Parler, the far right’s answer to Twitter, is suing Amazon Web Services (AWS) after the cloud-hosting service cut off the controversial social network.
In a complaint filed today in a Washington State court, Parler called for a temporary restraining order that would prevent Amazon from booting it from its hosting service, accusing AWS of suspending its services out of “political animus” rather than public safety concerns. The complaint, citing a deal between Twitter and the hosting behemoth, alleges violations of antitrust law.
In response to Parler’s filing, a spokesperson for Amazon dismissed the legal case against AWS and said it had made its concerns known to Parler weeks in advance of the ban on Sunday evening.
“There is no merit to these claims,” said the spokesperson. “However, it is clear that there is significant content on Parler that encourages and incites violence against others, and that Parler is unable or unwilling to promptly identify and remove this content, which is a violation of our terms of service.”
Parler did not immediately respond to a request for comment.
In a letter over the weekend, AWS notified Parler that it would no longer provide services over violations of its terms of service and the increase of “violent content” on the website. Parler claims that Amazon is not exercised by Parler's inability or unwillingness to keep calls for violence off its platform counters but by the threat it poses to Twitter, and that this is a violation of its contract and of antitrust law.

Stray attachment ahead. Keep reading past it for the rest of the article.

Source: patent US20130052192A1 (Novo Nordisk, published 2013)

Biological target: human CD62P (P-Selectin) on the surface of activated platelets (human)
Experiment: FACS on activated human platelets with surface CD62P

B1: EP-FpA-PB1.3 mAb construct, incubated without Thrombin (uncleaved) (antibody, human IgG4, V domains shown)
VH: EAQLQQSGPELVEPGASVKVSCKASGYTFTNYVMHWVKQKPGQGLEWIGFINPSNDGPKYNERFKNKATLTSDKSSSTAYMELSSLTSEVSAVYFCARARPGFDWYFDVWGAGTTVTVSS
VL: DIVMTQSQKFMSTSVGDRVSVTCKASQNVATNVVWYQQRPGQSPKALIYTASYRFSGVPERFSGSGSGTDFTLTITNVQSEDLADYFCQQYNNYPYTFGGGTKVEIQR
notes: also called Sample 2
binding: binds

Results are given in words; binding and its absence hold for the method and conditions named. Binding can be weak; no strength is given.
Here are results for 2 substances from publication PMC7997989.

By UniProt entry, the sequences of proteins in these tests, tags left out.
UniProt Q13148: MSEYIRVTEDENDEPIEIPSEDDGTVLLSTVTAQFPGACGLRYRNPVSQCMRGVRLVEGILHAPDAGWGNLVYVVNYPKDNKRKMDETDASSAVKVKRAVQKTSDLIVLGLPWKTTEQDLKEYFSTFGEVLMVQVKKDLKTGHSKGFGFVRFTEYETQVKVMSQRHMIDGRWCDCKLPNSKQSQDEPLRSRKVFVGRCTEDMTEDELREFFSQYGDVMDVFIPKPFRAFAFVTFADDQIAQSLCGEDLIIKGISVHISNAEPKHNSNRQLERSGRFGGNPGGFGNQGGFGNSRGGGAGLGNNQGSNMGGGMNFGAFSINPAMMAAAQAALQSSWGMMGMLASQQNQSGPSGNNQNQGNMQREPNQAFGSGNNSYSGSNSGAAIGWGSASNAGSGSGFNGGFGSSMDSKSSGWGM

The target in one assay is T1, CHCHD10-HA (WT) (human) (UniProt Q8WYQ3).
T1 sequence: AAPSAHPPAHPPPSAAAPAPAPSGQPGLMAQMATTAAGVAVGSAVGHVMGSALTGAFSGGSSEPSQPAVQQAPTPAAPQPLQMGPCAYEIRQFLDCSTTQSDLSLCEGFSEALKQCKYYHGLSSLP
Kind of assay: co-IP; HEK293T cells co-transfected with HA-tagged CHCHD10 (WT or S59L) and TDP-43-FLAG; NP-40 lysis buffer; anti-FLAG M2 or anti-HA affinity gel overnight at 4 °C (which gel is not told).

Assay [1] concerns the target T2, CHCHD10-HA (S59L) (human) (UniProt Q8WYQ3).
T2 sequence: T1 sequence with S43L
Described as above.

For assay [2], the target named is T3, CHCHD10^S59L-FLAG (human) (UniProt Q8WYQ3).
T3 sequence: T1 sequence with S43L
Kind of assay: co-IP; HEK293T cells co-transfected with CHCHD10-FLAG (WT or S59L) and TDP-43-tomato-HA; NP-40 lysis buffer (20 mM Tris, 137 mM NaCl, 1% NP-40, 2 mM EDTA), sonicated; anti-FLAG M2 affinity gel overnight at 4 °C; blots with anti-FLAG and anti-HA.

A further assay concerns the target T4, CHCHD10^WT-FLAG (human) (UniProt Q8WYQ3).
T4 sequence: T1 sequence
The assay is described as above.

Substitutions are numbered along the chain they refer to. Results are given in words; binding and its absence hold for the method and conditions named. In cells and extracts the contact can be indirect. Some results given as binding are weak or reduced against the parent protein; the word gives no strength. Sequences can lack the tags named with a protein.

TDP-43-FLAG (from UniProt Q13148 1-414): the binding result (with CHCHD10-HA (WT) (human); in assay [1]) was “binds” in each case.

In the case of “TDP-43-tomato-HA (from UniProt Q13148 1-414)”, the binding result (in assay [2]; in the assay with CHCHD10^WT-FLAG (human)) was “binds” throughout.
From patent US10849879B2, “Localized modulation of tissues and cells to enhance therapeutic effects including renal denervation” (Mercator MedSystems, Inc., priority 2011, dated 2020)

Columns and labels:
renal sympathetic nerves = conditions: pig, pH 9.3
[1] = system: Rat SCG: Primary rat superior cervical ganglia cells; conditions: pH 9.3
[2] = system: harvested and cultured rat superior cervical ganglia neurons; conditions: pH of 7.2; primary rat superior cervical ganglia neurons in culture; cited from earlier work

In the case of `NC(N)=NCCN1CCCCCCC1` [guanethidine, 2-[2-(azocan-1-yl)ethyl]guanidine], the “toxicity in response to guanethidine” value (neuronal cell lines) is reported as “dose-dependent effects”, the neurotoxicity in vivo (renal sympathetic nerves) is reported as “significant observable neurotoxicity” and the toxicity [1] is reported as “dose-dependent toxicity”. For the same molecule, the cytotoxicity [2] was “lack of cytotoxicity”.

“(AWS) and the popular social media platform Twitter signed a multi-year deal so that AWS could support the daily delivery of millions of tweets,” the complaint says. “AWS currently provides that same service to Parler, a conservative microblogging alternative and competitor to Twitter.”
Parler claims that after Twitter banned the president from its website, rightwing users began fleeing to Parler, making it the “number one free app downloaded from Apple’s App Store” and challenging Twitter’s userbase, and that the move by AWS prevents its app from being downloaded by new users, akin to “pulling the plug on a hospital patient on life support.”
“It will kill Parler’s business—at the very time it is set to skyrocket,” Parler said in the filing.
Following the riot on Capitol Hill, Parler— one of the online platforms used by “Stop the Steal” organizers of the march that turned into a violent coup attempt—was banned from the Google Play and the Apple App Store.